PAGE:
Let the flyaways begin.
You might think just six rounds into a 21-race season is too early for the driver merry-go-round to start turning, but speculation is never far from hand in Formula One.
Maybe it’s the Monaco Grand Prix’s traditional Friday off, allowing time for gossip, or perhaps it’s Monte Carlo’s abundance of champagne — whatever the reason, it’s not unusual for word of early contact between teams and prospective drivers to become public as European spring turns to summer.
So it’s not entirely surprising in the last seven days to read the first credible report of contact between Red Bull Racing and Nico Hulkenberg.
Italian journalist Roberto Chinchero reported post-Monaco that the four-time constructors champion has reached out to Hulkenberg to secure him as a backup option should Pierre Gasly’s form remain unconvincing.
It hasn’t taken long for the wagons to begin circling for the young Frenchman in just his second full season racing in Formula One. Promoted from Toro Rosso after Daniel Ricciardo’s shock defection to Renault — more on that later — and based on his strong performances against teammate Brendon Hartley, Gasly has been thoroughly outclassed by a Max Verstappen on a strong career upswing.
The raw numbers are concerning. With points for fastest lap excluded — Gasly has two to Verstappen’s zero, but these have perversely come as a function of his lack of competitiveness relative to his front-running contemporaries — Pierre is scoring an average of just five points a race to Max’s 13.
Expressed differently, the Dutchman is finishing 3.6 places higher than the Frenchman — particularly galling given Red Bull Racing effectively competes against only four other cars in the leading class.
But it’s Gasly’s Saturday form that’s letting him down come race day, qualifying 0.531 seconds behind Verstappen at the three races both made Q3. Comparing their Q1 or Q2 times at other grands prix — though excluding Azerbaijan, where he was effectively barred from qualifying — the gap reduces slightly to 0.431 seconds, or an average of 5.2 places back, excluding penalties.
Gasly is moving in the right direction after a particularly poor start — not unexpected given his relative inexperience and new environment — but circumstances are working against him, with Red Bull Racing suddenly finding itself as Mercedes’s nearest challenger and in need of a strong and consistent wingman to secure second in the standings.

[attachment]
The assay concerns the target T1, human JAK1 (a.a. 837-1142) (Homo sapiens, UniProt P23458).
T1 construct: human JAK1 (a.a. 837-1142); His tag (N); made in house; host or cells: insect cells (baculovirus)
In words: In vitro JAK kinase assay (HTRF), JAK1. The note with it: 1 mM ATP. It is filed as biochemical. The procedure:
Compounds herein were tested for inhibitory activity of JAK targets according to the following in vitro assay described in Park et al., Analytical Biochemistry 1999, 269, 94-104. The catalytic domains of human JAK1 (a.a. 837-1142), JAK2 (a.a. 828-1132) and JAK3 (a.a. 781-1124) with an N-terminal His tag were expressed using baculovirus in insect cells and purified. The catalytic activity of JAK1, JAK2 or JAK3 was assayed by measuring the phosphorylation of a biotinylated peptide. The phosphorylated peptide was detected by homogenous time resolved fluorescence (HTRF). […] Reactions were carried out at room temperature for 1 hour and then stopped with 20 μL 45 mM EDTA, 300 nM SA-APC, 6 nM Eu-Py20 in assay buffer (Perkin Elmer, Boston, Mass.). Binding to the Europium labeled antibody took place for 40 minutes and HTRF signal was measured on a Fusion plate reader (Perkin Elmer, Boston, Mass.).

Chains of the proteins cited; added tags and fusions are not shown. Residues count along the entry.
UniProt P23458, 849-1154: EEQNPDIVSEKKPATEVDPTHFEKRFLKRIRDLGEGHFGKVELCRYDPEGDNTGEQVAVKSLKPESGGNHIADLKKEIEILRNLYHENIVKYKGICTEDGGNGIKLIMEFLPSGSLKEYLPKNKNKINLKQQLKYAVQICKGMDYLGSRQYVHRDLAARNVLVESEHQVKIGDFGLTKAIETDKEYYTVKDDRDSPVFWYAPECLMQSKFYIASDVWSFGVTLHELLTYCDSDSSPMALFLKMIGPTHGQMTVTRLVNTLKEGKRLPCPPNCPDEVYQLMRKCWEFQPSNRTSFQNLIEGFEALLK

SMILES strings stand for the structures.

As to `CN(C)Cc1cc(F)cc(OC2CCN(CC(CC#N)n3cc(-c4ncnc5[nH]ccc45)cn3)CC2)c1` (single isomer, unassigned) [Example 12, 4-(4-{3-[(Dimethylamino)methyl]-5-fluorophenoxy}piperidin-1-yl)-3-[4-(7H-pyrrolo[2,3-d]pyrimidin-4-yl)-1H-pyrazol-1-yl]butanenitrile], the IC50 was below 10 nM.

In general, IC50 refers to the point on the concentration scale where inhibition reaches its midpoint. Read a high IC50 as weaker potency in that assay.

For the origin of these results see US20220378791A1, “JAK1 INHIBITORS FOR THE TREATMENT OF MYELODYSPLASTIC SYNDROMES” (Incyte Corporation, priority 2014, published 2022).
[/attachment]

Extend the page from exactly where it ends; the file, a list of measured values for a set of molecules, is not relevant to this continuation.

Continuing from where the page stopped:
Given Red Bull motorsport advisor Helmut Marko’s notoriously limited patience for underperformance, any further delay in Gasly demonstrating his potential could force the team to look elsewhere — or so the logic of this rumour goes.
But the talent available at feeder team Toro Rosso is unconvincing. Daniil Kvyat is driving like a man reborn in his second coming, but Marko was clearly unconvinced by the Russian last time he got his Red Bull Racing chance, while rookie Alex Albon would be prone to the same problems afflicting Gasly.
So if Marko were to move on Pierre, an external low-risk alternative would be needed.
Enter Nico Hulkenberg.
The German, extensively decorated in his junior career, debuted as one of Formula One’s most anticipated rookies in 2010, but his star has been allowed to wane. He was beaten by Sergio Perez during their time at Force India — though Perez’s reputation was unfairly tarnished by a single-year stint at McLaren — and has since become known for having entered the most races without a podium finish.
But this season Hulkenberg got himself a representative bar against which his ability will be definitively measured. With the arrival of seven-time race winner and known quantity Daniel Ricciardo at Renault, the near decade of talk will be put to the test.
“My future in the sport depends on the outcome of the duel, so of course Daniel is my first yardstick,” he said earlier this year, as per The Express.
“But I’m relaxed. I know what I can do and I know that I will give everything.”
A pure results-based analysis is difficult given Renault’s unreliability, but thus far they’ve been closely matched. Excluding Hulkenberg’s unusually poor qualifying in Azerbaijan, he’s in deficit by just 0.063 seconds on Saturdays and trails Ricciardo by only two points in the standings.
Daniel is likely to get better as he gains more experience working with the team and in the car, but the season so far has reflected well on Hulkenberg’s reputation — and given the German has demonstrated an ability to improve when motivated by quicker teammate, he too might find gains this year.
There’s no doubting that Red Bull Racing would’ve loved to have had the dependable Ricciardo in the car this season, especially now it’s become clear its rebuild with Honda is likely to be shorter than expected. But since it can’t have him, why not have the next-best thing?
It would be stingingly ironic if Ricciardo’s surprise surrender of his front-running seat were to have created the circumstances to allow his new teammate to take his place and finally have the chance to become a race winner — doubly so given the risk of his Renault punt forcing on him the same journeyman tag Hulkenberg currently wears so unwillingly.
Of course this is all highly speculative and, if the report is accurate, dependent on the unlikely outcome of Pierre Gasly failing to lift his game in this next phase of the season.
But it’s nonetheless the first fascinating movement in another Formula One silly season.